Scrooby in Nottinghamshire was the home of Pilgrim elder William Brewster, before he fled to Holland with the Separatist congregation from north Nottinghamshire, and then later sailed to America on the Mayflower to found a colony in Plymouth, Massachusetts.
His home in Scrooby was the Manor House, where his father held the position of Master of the Postes, at a point mid-way along the Great North Road that stretched through the country from London to Edinburgh.
A photo in the Bassetlaw Museum’s Welchman Archives purportedly shows his room:
- Sepia print. Brewster’s Room – Old Manor House, Scrooby. Taken about 1910.
- From the Welchman Archive, Bassetlaw Museum [Photograph number RETBM : 1988.1322]
Plaques have been placed on the walls on this old house by visiting Americans to commemorate Brewster and William Bradford, the second Governor of Plymouth colony, who came from nearby Austerfield:
B/w print. Scrooby. Plaque commemorating 300th anniversary of the sailing of the Mayflower, erected September 2 1920 and tablet erected by the Pilgrim Society about William Brewster. From the Welchman Archive, Bassetlaw Museum [Photograph number RETBM : 1999.3].
The plaques read as follows:
“On the Three Hundredth Anniversary of the sailing of the Mayflower with the Pilgrim Fathers to New England, this tablet was unveiled by the representatives of the Anglo-American Society, in commemoration of the heroic virtues of the little band of lovers of Truth and Freedom which first met in this place. September 2, 1920.”
“This tablet is erected by the Pilgrim Society of Plymouth, Massachusetts, United States of America, to mark to the site of the ancient manor house, where lived William Brewster, from 1588 to 1608, and where he organized the Pilgrim Church of which he became ruling elder, and with which, in 1608, he removed to Amsterdam, in 1609 to Leyden, and in 1620 to Plymouth, where he died April 16 1644.”
Do you know anyone who has travelled from America and visited these or other commemorative Pilgrims’ plaques? Have you been part of a group who has dedicated a plaque about Pilgrims’ heritage? Do you think it is important to remember the Pilgrims through dedicated plaques, monuments or memorials? If you would like to talk more about your stories you can contact me through the blog, or on facebook or twitter @annaruthscott, or email me at firstname.lastname@example.org.
The following postcard from the 1920s depicts various scenes in Scrooby that were linked at this time to the story of the Separatists:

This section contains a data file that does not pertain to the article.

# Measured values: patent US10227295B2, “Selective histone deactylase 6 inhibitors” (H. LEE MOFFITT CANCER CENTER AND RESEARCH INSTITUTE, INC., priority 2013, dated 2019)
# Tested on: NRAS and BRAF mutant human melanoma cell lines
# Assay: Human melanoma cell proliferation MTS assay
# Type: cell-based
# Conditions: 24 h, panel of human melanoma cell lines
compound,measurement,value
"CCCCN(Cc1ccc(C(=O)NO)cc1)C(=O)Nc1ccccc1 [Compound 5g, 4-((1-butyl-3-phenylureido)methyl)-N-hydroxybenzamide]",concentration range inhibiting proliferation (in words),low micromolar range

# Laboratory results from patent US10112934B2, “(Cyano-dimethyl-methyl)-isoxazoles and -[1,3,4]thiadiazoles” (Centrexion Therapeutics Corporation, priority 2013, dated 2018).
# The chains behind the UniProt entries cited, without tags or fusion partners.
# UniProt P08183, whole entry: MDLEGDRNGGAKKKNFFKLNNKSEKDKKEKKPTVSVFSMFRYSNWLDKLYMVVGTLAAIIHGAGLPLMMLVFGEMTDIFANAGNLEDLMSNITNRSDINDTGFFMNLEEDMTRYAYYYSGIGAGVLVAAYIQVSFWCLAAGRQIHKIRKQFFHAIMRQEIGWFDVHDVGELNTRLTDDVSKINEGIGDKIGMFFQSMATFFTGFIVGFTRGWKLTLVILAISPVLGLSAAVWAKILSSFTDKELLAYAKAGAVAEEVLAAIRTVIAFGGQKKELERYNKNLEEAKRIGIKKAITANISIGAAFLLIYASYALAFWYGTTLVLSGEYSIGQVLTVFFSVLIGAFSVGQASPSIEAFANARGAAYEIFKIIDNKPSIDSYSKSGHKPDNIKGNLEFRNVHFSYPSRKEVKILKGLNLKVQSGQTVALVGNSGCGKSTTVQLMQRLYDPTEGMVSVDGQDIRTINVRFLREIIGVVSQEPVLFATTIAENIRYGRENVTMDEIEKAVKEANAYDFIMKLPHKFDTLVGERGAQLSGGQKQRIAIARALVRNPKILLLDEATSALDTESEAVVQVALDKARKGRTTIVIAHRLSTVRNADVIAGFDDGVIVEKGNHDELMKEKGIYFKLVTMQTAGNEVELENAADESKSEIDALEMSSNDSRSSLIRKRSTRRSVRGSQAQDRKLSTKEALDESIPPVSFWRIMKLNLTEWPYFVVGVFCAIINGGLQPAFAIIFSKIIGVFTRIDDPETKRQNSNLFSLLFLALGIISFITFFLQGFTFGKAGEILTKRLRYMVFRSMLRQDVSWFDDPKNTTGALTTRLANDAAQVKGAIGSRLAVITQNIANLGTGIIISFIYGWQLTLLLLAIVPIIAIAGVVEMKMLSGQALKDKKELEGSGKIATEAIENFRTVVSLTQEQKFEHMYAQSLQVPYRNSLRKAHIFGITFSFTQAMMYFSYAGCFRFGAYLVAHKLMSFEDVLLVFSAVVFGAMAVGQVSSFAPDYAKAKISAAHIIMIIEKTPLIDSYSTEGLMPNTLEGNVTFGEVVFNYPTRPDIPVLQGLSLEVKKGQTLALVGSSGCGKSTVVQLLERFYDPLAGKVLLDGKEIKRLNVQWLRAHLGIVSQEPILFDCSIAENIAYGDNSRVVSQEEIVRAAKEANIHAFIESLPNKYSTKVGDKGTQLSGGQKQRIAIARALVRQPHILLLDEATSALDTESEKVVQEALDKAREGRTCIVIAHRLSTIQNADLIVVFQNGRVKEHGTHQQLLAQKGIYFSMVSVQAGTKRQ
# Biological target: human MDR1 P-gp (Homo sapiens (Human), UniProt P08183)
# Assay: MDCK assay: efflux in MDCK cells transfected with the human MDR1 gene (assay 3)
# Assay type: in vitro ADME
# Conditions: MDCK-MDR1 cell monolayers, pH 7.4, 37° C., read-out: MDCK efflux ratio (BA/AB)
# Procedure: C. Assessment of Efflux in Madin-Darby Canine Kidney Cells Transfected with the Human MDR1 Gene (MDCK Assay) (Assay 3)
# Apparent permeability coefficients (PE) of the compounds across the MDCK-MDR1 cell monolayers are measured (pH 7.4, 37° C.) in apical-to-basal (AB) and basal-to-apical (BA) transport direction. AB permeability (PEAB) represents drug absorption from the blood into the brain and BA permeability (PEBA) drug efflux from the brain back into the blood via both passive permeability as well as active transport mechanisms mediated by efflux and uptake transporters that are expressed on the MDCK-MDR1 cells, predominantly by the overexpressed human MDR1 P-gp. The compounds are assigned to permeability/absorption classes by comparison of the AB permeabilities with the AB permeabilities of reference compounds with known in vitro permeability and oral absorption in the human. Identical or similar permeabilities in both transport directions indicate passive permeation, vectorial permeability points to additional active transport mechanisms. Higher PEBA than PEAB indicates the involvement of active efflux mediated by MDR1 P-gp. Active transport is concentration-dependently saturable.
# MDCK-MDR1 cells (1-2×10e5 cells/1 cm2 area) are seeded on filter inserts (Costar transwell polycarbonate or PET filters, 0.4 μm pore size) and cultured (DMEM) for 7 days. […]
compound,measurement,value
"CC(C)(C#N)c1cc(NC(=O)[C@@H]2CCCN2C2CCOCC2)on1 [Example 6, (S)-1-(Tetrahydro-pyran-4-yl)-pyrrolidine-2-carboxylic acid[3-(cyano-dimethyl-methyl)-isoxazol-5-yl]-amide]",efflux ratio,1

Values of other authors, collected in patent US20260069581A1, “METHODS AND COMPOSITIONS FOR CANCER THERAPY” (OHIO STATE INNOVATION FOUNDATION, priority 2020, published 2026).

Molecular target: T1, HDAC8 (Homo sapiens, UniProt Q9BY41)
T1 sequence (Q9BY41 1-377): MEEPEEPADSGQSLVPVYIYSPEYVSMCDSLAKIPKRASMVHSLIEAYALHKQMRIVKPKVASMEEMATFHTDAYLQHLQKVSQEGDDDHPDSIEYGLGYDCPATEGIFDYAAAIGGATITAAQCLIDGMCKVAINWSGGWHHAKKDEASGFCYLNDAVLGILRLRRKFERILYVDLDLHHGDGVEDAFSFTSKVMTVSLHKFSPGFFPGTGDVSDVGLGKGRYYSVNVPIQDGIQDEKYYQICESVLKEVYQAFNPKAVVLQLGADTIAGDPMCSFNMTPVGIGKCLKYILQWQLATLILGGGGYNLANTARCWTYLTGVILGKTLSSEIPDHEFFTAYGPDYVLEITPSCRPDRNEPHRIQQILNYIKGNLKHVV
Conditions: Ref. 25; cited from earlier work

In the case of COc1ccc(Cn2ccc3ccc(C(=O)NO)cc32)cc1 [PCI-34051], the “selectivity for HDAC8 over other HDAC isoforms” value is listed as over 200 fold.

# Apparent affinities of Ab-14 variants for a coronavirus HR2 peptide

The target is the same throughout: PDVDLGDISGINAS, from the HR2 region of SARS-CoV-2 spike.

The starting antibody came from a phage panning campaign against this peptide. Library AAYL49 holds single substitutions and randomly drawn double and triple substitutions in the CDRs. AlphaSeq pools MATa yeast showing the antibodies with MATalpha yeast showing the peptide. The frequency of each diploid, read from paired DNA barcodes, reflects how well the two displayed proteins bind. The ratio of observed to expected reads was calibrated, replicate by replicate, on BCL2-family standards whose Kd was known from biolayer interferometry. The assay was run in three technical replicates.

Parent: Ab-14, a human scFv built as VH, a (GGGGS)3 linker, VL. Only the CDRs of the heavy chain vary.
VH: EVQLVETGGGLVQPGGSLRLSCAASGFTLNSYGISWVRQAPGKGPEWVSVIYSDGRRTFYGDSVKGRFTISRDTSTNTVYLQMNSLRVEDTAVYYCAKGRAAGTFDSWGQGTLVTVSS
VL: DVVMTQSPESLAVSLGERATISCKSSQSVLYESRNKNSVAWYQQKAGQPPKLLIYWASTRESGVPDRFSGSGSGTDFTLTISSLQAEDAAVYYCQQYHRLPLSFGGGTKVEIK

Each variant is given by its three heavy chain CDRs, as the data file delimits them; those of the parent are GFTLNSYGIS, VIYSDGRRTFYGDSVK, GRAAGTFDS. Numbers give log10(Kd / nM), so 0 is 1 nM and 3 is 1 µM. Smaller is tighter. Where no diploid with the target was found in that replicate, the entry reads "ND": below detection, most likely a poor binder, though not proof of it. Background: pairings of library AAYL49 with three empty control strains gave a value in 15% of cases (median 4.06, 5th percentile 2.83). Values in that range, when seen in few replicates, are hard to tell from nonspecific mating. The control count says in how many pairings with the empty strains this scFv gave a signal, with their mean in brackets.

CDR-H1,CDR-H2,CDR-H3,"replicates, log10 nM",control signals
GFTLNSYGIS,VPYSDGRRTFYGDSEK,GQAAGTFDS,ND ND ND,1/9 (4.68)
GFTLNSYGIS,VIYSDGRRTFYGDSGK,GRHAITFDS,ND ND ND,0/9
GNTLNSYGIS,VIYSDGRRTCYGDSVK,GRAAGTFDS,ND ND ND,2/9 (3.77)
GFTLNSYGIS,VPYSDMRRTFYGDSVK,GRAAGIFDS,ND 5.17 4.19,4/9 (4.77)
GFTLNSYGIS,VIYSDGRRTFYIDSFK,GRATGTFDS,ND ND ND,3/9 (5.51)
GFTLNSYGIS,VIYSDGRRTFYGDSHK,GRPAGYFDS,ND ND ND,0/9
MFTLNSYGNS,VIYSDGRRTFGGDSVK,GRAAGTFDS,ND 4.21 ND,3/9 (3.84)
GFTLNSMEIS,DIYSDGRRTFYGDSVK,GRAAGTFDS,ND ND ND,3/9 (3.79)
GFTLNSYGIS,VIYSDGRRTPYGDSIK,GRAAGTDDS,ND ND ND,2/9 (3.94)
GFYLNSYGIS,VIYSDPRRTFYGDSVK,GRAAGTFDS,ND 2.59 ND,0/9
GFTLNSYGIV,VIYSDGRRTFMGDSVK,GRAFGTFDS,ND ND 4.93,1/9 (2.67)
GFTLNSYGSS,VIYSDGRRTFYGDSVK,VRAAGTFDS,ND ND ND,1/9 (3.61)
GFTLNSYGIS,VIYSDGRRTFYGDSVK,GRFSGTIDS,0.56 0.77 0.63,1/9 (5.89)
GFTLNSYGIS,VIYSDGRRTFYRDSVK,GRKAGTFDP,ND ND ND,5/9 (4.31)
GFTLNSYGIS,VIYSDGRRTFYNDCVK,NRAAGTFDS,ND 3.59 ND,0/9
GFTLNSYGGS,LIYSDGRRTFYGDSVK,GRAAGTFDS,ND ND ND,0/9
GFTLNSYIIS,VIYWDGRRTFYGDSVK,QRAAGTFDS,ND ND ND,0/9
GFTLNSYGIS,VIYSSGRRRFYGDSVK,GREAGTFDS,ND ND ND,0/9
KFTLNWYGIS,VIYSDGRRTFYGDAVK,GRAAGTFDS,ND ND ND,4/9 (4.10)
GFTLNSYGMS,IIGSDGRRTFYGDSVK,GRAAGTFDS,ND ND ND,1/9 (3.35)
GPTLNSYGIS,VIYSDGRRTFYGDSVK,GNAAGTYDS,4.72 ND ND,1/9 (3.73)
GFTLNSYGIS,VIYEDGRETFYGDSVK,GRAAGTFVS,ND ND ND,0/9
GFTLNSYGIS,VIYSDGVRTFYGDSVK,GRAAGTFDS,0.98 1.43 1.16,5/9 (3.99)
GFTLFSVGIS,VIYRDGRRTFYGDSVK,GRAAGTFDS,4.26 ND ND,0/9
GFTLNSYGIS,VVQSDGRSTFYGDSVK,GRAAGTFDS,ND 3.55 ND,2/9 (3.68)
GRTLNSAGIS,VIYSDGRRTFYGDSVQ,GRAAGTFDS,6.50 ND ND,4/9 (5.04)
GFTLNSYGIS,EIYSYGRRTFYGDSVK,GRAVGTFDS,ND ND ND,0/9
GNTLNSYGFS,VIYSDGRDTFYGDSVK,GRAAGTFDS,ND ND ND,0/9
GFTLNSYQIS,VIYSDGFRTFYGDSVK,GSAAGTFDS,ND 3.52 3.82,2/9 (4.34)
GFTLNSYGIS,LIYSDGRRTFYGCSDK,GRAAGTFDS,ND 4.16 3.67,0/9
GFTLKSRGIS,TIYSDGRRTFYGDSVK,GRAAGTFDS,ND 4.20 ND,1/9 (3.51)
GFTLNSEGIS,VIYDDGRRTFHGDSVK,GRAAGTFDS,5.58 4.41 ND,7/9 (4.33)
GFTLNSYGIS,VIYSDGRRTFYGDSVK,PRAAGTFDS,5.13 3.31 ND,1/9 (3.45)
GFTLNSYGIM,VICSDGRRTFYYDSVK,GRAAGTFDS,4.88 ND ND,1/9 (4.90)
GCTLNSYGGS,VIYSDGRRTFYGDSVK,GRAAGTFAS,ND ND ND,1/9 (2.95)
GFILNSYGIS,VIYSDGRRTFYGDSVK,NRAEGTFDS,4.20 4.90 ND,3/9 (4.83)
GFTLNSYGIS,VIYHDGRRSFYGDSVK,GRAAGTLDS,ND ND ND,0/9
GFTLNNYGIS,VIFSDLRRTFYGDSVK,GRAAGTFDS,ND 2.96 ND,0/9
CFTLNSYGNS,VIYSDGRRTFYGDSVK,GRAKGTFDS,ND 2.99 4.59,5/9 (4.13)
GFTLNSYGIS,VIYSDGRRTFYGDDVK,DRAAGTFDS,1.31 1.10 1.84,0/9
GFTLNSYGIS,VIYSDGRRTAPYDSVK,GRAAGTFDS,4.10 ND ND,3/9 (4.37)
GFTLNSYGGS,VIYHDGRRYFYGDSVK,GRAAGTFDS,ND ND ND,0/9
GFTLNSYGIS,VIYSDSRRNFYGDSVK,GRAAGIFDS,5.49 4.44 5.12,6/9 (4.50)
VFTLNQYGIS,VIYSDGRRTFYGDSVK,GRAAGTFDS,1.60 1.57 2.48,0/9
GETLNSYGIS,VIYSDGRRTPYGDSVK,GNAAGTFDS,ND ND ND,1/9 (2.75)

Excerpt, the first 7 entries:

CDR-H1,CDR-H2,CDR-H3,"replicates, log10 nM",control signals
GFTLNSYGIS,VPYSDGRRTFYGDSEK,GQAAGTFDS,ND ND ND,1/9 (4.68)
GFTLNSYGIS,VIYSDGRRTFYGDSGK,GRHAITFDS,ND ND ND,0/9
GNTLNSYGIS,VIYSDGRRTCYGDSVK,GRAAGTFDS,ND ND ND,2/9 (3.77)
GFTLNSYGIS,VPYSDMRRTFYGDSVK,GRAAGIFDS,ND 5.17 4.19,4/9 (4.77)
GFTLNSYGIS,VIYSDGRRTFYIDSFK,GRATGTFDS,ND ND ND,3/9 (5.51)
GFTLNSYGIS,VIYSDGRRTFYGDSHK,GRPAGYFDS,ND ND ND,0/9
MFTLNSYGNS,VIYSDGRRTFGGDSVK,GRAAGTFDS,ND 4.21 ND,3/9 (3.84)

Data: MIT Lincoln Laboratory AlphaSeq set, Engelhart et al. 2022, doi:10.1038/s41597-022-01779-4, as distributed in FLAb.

B/w print. Scrooby. Montage of six views titled ‘Early landmarks of the Pilgrim Fathers, No 1 Scrooby’. The views include the interior of St Wilfrid’s Church, Old Hay-loft, Old Manor House, The Stables, The Old Vicarage and Scrooby village. Taken about 1920. From the Welchman Archive, Bassetlaw Museum [Photograph number RETBM : 1999.3431].
In 1957, the people of Scrooby sent a scroll to America on the replica ship, Mayflower II:
B/w print. Photograph of the scroll sent to U.S.A. aboard Mayflower II, 1957. Signed by church and parish council members of Scrooby. From the Welchman Archive, Bassetlaw Museum [Photograph number RETBM : 1988.1336].
“We the undersigned, representing the Ecclesiastical and Civic Authorities of the Ancient Parish of Scrooby in the County of Nottingham, herewith send over cordial good wishes to the Captain, Crew and Passengers of Mayflower Two, and, to the descendants of those citizens of Scrooby and neighbourhood who left our English shores for the United States of America in Mayflower One in the year A.D.1620.
As a community we are proud of these historic associations, gladly welcome visitors from the United States at all times and are conscious of the interest and help given to our Ancient Township throughout the years. Our heartfelt wish is that this interchange of interest and co-operation may be still more firmly established in all the years that lie ahead.
Signed this Twenty-eighth day of March in the year One thousand nine-hundred and fifty-seven.”
Text from the Scrooby Scroll, 1957